4
Organizational position is asked separately from income as the two are considered to be measuring distinct constructs. For example, a pastor might be at the top of the church organization but may still have a modest income compared to a CEO of a private company. To be sure, the correlation between organizational position and household income was statistically significant but substantively weak (Pearson r = 0.27, p < 0.001).
5
Religious identity was asked of all respondents and a follow-up question about ‘Congregation type’ was asked among Christians to discern evangelical or mainline affiliation. In this analysis, individuals who reported affiliations of Evangelical, Fundamentalist, or Charismatic were coded as “Evangelical” and individuals who reported affiliations of Mainline or Liberal were coded as “Mainline.” Respondents who selected multiple congregational affiliations (e.g., Liberal and Charismatic) were coded as “Other Christian.”
6
Certain religious minorities (Jews and Muslims) were purposefully oversampled to obtain large enough samples for meaningful subgroup comparisons.
7
Response options included Never, Rarely, Sometimes, Often, Very Often, and Not Applicable.
8
Interestingly, a higher proportion of those who identify as “Other Christian” reported having ever experienced religious discrimination (55 percent). This includes Mormons and others who may not identify within Mainline and Evangelical traditions, but overall this group makes up a very low proportion of the sample (3 percent). Nevertheless, their experiences seem to depart from Evangelical and Mainline Christians in notable ways.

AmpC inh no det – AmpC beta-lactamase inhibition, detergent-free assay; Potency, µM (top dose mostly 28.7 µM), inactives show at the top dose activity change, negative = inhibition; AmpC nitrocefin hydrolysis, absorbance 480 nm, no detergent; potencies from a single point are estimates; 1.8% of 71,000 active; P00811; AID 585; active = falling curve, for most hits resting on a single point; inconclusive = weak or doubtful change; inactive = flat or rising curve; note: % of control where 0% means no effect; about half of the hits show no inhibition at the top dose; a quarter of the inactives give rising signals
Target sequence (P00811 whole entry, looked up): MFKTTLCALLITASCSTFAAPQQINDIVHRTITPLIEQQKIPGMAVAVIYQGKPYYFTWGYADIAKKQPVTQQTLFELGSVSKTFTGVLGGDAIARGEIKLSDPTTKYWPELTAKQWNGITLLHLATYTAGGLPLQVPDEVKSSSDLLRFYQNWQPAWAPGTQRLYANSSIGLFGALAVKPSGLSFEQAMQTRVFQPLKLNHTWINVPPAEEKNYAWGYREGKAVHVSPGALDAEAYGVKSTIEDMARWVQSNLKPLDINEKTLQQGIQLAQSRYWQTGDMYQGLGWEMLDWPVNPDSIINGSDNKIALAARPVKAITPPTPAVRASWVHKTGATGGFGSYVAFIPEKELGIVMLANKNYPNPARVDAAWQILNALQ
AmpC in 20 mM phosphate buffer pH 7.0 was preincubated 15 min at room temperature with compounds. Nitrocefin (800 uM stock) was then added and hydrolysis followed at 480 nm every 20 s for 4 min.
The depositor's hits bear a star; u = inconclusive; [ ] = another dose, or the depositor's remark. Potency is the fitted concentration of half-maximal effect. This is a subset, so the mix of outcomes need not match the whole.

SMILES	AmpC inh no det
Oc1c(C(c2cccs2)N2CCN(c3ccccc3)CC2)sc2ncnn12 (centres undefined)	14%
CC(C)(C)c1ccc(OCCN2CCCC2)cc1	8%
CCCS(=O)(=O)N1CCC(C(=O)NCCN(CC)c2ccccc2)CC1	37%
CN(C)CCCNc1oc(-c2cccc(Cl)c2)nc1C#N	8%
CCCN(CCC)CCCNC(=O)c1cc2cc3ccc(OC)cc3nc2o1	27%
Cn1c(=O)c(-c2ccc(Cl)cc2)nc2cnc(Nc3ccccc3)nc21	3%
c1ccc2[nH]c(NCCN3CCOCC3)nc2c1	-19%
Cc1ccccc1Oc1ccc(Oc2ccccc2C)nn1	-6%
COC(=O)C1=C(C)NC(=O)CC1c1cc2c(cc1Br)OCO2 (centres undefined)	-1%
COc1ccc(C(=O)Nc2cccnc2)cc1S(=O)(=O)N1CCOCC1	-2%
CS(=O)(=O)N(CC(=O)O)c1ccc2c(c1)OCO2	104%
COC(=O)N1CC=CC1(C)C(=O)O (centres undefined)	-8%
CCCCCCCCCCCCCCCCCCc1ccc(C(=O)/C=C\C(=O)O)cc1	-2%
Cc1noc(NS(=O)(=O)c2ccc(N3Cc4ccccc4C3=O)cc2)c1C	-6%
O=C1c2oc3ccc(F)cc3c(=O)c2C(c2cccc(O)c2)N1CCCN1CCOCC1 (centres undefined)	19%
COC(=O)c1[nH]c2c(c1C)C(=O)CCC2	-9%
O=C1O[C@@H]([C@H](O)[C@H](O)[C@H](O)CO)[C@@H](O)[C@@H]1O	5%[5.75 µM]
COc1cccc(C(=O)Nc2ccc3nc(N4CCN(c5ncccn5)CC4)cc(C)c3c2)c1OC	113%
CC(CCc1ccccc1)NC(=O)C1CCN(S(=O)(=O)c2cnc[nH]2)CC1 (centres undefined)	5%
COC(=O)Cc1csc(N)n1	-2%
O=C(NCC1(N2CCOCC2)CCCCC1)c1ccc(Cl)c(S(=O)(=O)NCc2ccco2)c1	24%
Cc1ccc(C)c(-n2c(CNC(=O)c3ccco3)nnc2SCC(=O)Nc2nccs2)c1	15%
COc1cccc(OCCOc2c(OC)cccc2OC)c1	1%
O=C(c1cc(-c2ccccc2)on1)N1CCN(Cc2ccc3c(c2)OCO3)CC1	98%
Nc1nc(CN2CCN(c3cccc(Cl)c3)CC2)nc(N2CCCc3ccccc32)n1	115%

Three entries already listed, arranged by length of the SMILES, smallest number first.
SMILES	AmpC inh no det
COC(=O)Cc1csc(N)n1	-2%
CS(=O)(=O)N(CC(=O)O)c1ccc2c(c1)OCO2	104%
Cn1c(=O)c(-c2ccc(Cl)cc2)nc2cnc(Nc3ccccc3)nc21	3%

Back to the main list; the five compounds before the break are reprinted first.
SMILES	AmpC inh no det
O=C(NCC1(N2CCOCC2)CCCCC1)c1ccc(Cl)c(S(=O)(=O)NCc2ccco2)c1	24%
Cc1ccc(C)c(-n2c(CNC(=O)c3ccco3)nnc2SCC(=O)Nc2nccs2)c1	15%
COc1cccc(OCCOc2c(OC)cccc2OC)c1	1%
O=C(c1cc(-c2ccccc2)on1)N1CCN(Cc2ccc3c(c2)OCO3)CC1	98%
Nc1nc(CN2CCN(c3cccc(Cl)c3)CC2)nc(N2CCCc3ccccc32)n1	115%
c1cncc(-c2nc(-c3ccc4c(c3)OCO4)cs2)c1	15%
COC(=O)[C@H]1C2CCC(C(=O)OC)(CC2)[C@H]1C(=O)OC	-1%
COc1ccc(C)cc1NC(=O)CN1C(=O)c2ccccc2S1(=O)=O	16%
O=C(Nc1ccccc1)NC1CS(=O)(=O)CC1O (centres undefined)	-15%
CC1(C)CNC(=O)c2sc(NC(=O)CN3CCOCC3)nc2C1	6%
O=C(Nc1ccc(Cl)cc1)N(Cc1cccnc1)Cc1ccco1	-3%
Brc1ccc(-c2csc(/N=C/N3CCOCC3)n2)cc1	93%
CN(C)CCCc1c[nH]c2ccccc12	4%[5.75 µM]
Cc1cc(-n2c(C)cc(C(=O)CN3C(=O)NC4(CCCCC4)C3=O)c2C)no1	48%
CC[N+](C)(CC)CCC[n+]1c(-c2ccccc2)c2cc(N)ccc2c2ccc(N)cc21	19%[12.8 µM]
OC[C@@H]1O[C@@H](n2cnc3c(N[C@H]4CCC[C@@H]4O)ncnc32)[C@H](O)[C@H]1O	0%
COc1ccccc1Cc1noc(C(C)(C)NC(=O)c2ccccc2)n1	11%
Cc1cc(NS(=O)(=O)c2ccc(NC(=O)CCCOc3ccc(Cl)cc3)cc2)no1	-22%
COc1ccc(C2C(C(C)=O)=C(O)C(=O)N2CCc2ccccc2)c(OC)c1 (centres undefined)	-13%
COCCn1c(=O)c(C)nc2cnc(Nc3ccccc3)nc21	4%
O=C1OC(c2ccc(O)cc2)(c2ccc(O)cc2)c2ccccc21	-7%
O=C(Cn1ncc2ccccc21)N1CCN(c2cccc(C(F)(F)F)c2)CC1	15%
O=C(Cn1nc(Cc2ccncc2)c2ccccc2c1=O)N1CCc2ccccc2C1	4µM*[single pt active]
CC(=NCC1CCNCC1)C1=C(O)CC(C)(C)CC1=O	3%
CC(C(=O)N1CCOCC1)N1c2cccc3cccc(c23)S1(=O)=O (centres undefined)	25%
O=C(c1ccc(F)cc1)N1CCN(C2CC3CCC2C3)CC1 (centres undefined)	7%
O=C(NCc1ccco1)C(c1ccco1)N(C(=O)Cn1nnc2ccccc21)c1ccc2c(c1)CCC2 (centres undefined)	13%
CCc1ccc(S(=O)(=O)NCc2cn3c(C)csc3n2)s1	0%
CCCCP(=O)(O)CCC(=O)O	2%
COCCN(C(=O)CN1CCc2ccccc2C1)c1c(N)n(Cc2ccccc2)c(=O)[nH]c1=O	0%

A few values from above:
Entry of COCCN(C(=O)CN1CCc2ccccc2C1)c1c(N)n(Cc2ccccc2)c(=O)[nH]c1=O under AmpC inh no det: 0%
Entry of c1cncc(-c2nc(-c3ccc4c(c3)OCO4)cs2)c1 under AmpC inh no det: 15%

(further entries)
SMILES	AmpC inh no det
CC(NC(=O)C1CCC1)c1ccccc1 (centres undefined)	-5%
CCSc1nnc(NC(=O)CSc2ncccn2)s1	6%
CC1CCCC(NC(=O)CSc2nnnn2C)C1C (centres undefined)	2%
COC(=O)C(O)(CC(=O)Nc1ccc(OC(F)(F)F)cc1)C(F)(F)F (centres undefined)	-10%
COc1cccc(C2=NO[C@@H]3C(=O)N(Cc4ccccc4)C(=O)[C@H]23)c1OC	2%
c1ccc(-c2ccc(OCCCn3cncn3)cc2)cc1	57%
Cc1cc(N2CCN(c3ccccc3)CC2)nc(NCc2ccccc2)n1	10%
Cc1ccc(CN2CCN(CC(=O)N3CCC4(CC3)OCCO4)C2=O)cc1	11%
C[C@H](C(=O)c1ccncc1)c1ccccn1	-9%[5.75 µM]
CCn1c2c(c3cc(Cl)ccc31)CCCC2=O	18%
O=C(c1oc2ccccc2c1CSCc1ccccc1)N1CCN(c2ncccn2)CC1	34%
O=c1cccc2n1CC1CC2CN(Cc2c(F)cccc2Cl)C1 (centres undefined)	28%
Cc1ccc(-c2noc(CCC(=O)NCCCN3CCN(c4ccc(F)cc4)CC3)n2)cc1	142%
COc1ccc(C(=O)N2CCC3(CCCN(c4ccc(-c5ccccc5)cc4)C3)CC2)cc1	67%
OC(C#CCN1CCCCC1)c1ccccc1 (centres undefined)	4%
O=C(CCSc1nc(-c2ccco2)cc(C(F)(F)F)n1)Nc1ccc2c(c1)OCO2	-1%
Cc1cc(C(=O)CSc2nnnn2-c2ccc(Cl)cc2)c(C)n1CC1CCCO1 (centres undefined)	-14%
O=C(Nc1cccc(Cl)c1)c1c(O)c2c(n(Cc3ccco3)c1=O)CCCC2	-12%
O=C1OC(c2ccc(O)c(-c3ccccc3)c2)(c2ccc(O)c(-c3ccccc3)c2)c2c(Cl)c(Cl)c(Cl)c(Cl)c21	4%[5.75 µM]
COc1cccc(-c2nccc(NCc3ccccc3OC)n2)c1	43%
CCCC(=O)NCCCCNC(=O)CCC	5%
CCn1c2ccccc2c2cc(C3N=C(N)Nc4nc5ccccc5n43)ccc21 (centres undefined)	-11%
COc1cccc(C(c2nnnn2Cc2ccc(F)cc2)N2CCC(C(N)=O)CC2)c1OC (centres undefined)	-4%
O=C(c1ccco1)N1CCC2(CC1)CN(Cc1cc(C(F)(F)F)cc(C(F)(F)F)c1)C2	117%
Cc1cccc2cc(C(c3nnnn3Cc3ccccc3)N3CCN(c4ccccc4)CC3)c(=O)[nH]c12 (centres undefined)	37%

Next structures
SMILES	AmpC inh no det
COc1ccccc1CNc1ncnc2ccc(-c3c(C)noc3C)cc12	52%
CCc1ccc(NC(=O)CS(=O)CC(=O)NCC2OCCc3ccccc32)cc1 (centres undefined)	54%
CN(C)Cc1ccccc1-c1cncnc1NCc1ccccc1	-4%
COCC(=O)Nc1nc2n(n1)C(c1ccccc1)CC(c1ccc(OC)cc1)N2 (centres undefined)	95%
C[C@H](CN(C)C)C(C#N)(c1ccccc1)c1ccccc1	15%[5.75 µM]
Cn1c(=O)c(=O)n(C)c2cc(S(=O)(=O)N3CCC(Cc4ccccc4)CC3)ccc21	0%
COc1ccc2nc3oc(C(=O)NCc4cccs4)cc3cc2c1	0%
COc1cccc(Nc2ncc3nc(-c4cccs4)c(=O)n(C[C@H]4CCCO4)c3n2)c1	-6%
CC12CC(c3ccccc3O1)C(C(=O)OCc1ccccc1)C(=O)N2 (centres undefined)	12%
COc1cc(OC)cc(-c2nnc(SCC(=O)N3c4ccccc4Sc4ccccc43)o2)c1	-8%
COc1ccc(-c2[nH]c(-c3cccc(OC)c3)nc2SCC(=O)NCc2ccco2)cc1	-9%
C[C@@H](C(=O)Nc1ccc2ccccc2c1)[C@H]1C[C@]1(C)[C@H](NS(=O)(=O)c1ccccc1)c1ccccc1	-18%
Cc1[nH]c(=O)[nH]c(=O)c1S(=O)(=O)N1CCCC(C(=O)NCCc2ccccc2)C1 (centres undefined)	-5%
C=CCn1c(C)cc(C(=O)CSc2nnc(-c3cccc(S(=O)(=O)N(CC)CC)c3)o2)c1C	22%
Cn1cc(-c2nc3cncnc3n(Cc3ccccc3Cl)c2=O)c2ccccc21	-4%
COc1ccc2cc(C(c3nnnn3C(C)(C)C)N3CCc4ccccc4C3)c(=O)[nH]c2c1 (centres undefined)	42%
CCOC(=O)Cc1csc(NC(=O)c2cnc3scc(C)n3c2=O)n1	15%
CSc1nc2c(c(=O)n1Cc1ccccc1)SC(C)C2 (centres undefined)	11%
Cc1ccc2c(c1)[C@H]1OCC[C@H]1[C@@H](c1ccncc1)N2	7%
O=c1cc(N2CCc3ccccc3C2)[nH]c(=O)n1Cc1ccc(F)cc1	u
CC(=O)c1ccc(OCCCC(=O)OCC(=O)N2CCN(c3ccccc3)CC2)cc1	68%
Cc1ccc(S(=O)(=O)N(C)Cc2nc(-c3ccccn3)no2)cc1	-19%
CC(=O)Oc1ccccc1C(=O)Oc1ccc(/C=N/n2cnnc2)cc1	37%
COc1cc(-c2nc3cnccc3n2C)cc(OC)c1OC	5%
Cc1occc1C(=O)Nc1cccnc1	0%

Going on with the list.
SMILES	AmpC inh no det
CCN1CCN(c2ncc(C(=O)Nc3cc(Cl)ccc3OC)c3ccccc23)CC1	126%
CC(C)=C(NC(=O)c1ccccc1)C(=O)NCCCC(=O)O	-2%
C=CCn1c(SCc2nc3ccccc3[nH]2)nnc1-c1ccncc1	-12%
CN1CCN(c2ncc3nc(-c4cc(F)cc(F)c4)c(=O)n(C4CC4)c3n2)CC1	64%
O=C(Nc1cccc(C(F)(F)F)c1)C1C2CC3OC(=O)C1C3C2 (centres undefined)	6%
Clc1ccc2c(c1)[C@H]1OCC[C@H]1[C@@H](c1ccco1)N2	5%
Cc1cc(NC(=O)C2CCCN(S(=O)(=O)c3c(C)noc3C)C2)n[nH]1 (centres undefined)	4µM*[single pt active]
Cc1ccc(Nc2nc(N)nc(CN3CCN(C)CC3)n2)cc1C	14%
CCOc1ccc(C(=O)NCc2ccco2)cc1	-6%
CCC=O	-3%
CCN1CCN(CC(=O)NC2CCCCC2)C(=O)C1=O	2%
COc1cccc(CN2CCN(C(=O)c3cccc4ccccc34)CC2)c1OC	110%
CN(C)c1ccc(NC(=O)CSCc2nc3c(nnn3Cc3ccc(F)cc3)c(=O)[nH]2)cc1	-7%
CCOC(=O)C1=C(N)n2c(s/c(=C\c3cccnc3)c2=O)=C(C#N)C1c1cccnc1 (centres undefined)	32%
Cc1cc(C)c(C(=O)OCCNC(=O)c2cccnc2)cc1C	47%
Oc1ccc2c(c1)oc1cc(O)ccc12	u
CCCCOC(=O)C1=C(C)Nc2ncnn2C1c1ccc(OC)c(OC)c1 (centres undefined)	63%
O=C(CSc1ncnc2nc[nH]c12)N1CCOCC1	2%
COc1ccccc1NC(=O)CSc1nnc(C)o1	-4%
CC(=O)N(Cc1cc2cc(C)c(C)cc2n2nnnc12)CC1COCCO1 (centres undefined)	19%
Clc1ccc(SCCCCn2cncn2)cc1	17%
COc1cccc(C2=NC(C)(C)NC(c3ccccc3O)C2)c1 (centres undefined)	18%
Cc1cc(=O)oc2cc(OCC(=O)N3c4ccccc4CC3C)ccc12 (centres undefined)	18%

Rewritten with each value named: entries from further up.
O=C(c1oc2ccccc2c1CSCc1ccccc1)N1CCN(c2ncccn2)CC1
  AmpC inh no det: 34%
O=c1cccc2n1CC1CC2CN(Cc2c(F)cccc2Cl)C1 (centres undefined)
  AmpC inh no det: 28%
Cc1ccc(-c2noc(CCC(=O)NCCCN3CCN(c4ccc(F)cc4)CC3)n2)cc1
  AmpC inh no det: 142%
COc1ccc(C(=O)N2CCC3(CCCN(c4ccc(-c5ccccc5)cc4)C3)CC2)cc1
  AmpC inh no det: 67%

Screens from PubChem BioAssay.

Table 1. Sample descriptors—demographic variables * (percentage of sample).
Table 1. Sample descriptors—demographic variables * (percentage of sample).
VariableResponse OptionsFull Sample
(n = 13,270)
“Workers”
Employed FT/PT
(n = 8797)
GenderMen4854
Women5145
Prefer to self-describe11
Prefer not to say11
Sexual OrientationHeterosexual or straight8989
Gay, lesbian, or homosexual33
Bisexual55
Prefer to self-describe11
Prefer not to say22
Don’t know11
RaceWhite, non-Hispanic6767
Hispanic1213
Black1211
Asian11
Other33
Multi-racial55
Age18–2466
25–342532
35–441620
45–541821
55–641716
65+196
EducationHigh school or less4132
Tech/trade/some college2122
2-year associate’s degree88
4-year bachelor’s degree1317
Post-grad school/degree1721
Household IncomeLess than $12,00063
$12,000 to $23,99986
$24,000 to $35,999109
$36,000 to $47,99999
$48,000 to $59,999109
$60,000 to $89,9991920
$90,000 to $119,9991518
$120,000 to $179,9991316
$180,000 to $239,99957
$240,000 to $1000,00044
More than $1000,0000.30.2